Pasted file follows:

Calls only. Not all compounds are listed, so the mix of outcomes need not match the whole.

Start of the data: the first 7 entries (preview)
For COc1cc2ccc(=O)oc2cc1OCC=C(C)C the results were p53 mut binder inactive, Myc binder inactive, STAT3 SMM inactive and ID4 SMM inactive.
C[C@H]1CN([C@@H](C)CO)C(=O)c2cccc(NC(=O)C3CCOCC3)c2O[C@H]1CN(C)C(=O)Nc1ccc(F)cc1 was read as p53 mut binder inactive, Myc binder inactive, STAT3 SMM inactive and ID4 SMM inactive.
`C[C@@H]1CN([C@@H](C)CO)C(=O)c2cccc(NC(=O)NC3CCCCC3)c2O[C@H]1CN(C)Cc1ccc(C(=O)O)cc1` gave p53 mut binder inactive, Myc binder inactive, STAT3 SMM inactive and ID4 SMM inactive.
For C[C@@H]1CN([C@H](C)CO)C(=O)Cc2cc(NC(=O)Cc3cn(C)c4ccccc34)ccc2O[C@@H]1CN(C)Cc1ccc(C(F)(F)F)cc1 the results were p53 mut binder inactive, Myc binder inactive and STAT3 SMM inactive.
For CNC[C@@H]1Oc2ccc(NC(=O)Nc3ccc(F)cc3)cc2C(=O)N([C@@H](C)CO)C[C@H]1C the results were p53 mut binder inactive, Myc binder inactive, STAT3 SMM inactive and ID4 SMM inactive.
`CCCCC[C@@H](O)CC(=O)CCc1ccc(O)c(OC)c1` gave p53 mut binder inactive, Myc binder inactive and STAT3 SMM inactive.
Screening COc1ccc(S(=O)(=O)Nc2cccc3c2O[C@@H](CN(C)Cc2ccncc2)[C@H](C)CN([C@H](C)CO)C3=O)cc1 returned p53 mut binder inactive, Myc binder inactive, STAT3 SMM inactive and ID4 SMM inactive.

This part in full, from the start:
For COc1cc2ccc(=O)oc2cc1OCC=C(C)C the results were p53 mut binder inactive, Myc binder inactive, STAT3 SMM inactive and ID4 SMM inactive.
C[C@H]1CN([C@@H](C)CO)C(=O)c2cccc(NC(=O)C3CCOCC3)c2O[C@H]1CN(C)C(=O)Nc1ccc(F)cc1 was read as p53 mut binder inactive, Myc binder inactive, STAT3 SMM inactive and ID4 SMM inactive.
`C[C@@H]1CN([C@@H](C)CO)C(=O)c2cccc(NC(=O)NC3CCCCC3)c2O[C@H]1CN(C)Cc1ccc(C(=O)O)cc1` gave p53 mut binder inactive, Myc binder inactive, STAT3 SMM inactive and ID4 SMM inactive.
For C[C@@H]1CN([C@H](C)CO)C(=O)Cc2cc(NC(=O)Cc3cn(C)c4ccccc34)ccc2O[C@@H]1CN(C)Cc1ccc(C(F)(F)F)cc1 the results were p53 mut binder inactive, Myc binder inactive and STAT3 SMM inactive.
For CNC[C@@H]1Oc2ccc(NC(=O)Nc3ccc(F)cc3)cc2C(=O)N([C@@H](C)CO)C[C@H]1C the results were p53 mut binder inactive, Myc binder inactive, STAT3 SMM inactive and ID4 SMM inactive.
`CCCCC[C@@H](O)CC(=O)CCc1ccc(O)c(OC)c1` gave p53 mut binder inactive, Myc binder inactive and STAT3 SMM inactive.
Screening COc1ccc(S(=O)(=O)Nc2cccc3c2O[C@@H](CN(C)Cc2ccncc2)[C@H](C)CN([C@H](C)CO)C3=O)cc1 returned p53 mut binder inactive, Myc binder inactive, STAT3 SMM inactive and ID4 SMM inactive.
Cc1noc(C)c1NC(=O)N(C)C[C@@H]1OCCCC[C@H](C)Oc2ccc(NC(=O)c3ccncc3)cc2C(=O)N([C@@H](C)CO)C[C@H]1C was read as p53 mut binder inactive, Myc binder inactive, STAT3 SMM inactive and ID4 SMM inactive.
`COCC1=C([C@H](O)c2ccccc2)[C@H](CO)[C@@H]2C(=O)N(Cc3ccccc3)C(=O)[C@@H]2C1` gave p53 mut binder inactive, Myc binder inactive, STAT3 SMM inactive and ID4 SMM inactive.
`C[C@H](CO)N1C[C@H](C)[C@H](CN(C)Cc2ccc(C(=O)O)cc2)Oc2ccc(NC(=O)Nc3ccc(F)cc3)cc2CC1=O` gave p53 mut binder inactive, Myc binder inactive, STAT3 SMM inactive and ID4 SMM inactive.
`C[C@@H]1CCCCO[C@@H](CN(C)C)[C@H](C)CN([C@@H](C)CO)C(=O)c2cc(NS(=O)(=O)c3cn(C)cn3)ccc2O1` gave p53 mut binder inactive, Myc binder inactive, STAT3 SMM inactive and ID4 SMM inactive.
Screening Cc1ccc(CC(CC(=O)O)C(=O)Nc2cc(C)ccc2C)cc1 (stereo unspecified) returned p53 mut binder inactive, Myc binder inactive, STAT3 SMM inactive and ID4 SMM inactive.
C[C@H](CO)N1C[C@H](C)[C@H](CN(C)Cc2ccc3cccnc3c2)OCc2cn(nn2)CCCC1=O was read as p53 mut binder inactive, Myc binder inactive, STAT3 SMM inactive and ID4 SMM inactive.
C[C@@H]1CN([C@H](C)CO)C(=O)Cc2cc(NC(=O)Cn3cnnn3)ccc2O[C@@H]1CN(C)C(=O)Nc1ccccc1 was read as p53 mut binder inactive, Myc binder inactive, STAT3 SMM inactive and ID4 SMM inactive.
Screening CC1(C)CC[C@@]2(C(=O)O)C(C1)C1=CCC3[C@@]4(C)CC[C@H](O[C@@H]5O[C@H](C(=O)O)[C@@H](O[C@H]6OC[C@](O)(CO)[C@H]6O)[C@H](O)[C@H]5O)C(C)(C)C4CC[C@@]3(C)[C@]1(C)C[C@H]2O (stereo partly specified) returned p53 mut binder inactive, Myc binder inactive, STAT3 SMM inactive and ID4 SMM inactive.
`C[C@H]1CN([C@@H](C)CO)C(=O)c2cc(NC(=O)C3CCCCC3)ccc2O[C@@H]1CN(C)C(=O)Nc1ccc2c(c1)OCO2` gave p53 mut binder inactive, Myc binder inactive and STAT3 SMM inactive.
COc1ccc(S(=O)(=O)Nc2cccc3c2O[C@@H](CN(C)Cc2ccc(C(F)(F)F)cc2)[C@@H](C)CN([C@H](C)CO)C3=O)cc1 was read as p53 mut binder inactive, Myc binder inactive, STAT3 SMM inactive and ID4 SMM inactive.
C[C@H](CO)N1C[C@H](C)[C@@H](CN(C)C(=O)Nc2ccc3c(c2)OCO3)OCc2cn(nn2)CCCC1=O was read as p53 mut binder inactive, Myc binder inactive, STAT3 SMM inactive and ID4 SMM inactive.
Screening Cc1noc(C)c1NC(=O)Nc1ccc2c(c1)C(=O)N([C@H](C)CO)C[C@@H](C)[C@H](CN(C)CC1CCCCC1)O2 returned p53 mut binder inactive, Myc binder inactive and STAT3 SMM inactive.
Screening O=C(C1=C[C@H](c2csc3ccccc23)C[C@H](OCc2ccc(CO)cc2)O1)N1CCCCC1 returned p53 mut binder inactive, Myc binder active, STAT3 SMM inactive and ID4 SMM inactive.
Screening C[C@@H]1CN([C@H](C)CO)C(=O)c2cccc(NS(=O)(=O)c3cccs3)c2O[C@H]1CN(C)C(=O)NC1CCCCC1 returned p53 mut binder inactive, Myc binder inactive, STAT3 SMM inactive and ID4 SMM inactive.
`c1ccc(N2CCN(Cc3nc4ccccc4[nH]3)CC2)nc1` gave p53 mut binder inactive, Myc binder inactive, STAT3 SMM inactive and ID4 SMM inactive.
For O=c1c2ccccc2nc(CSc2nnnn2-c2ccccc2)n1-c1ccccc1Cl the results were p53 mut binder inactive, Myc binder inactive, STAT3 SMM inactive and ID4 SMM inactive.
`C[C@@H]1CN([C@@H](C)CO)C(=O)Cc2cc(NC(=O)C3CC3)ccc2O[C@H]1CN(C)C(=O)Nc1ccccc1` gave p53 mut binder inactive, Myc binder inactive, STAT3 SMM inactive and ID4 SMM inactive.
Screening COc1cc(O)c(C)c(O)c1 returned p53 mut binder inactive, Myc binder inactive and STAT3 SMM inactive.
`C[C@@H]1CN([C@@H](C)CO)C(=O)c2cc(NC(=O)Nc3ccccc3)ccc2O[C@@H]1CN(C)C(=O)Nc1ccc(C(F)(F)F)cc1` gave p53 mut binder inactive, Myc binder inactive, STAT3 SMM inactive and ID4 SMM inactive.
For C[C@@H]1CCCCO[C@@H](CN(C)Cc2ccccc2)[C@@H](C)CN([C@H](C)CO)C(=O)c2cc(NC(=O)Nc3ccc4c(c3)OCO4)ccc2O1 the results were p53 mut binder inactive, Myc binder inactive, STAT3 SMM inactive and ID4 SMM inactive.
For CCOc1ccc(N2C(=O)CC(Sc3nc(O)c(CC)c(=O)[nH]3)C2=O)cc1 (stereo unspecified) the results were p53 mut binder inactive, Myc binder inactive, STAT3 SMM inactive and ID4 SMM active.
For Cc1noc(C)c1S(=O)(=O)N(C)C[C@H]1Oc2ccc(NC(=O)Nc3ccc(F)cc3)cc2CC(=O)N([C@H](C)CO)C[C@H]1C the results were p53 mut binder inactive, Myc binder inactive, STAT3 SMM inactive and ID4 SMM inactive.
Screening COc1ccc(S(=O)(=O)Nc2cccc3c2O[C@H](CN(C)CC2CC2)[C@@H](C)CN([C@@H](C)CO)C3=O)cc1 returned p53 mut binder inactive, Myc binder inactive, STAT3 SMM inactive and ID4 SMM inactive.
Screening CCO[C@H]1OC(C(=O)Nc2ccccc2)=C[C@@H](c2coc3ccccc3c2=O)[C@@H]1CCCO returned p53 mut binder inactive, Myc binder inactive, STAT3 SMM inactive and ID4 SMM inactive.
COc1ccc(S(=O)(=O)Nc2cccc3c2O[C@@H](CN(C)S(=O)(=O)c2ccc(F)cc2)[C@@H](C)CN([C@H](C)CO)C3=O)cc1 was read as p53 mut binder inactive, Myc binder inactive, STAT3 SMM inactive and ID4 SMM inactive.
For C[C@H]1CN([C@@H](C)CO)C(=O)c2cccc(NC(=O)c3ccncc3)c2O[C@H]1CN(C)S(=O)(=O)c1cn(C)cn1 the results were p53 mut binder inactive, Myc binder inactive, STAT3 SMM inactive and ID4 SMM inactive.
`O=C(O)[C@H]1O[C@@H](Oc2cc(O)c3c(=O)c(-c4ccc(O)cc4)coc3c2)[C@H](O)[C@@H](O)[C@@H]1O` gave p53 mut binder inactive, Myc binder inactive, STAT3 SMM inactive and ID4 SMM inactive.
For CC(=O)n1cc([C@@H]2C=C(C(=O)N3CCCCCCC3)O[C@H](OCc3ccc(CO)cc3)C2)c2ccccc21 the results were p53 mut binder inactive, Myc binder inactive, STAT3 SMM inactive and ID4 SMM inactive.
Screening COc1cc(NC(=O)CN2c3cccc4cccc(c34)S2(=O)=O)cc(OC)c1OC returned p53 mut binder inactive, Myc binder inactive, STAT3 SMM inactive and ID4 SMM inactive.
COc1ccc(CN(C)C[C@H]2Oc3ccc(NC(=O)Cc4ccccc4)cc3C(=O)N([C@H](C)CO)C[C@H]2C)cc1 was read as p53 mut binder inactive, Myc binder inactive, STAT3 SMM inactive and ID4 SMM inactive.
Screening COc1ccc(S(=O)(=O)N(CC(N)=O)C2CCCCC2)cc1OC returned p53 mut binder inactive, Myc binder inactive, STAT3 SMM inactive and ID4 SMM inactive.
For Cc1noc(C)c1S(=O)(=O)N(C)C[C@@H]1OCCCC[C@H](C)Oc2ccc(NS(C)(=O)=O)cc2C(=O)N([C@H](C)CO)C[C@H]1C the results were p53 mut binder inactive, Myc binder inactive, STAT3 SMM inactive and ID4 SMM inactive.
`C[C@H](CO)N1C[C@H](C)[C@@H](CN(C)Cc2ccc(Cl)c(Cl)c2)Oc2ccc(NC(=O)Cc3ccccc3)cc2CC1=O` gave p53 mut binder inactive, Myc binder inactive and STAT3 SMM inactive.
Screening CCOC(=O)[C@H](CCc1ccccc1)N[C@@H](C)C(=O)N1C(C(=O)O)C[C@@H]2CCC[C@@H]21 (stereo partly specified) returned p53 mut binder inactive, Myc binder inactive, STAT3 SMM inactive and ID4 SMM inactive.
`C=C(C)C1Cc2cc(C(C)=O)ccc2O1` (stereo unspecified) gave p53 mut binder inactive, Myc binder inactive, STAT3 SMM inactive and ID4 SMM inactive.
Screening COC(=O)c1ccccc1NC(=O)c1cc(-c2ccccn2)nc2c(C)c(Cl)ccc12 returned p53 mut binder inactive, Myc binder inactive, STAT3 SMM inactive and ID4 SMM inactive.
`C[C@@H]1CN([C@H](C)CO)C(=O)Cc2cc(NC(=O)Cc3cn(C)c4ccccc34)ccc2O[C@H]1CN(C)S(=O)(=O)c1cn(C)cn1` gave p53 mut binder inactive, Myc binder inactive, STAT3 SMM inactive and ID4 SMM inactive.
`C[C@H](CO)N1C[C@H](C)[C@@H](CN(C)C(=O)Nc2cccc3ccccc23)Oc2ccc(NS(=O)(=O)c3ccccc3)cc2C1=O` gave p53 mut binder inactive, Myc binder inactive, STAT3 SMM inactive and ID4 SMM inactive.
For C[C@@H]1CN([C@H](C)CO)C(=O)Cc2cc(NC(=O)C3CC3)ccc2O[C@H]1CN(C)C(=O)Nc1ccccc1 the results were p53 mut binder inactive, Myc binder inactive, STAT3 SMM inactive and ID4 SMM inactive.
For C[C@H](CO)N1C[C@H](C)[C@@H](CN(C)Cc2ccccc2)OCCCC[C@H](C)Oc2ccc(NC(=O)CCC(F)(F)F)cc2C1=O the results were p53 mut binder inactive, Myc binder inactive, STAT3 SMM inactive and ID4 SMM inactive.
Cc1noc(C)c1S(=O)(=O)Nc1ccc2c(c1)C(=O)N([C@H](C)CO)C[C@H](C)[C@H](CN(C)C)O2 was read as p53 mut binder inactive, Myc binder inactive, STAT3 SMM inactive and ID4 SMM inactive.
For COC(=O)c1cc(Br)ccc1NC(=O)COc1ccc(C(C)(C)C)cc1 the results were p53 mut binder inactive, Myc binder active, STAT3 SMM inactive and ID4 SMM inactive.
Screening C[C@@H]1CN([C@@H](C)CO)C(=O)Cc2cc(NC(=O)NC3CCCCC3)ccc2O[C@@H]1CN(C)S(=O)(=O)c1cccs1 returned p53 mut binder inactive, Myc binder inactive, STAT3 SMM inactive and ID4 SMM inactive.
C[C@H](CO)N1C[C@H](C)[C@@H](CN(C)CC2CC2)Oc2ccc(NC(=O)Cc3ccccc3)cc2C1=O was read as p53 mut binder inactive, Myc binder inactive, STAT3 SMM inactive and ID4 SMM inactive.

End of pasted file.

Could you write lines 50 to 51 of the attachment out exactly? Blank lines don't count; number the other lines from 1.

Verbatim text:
`C[C@H](CO)N1C[C@H](C)[C@@H](CN(C)Cc2ccc(Cl)c(Cl)c2)Oc2ccc(NC(=O)Cc3ccccc3)cc2CC1=O` gave p53 mut binder inactive, Myc binder inactive and STAT3 SMM inactive.
Screening CCOC(=O)[C@H](CCc1ccccc1)N[C@@H](C)C(=O)N1C(C(=O)O)C[C@@H]2CCC[C@@H]21 (stereo partly specified) returned p53 mut binder inactive, Myc binder inactive, STAT3 SMM inactive and ID4 SMM inactive.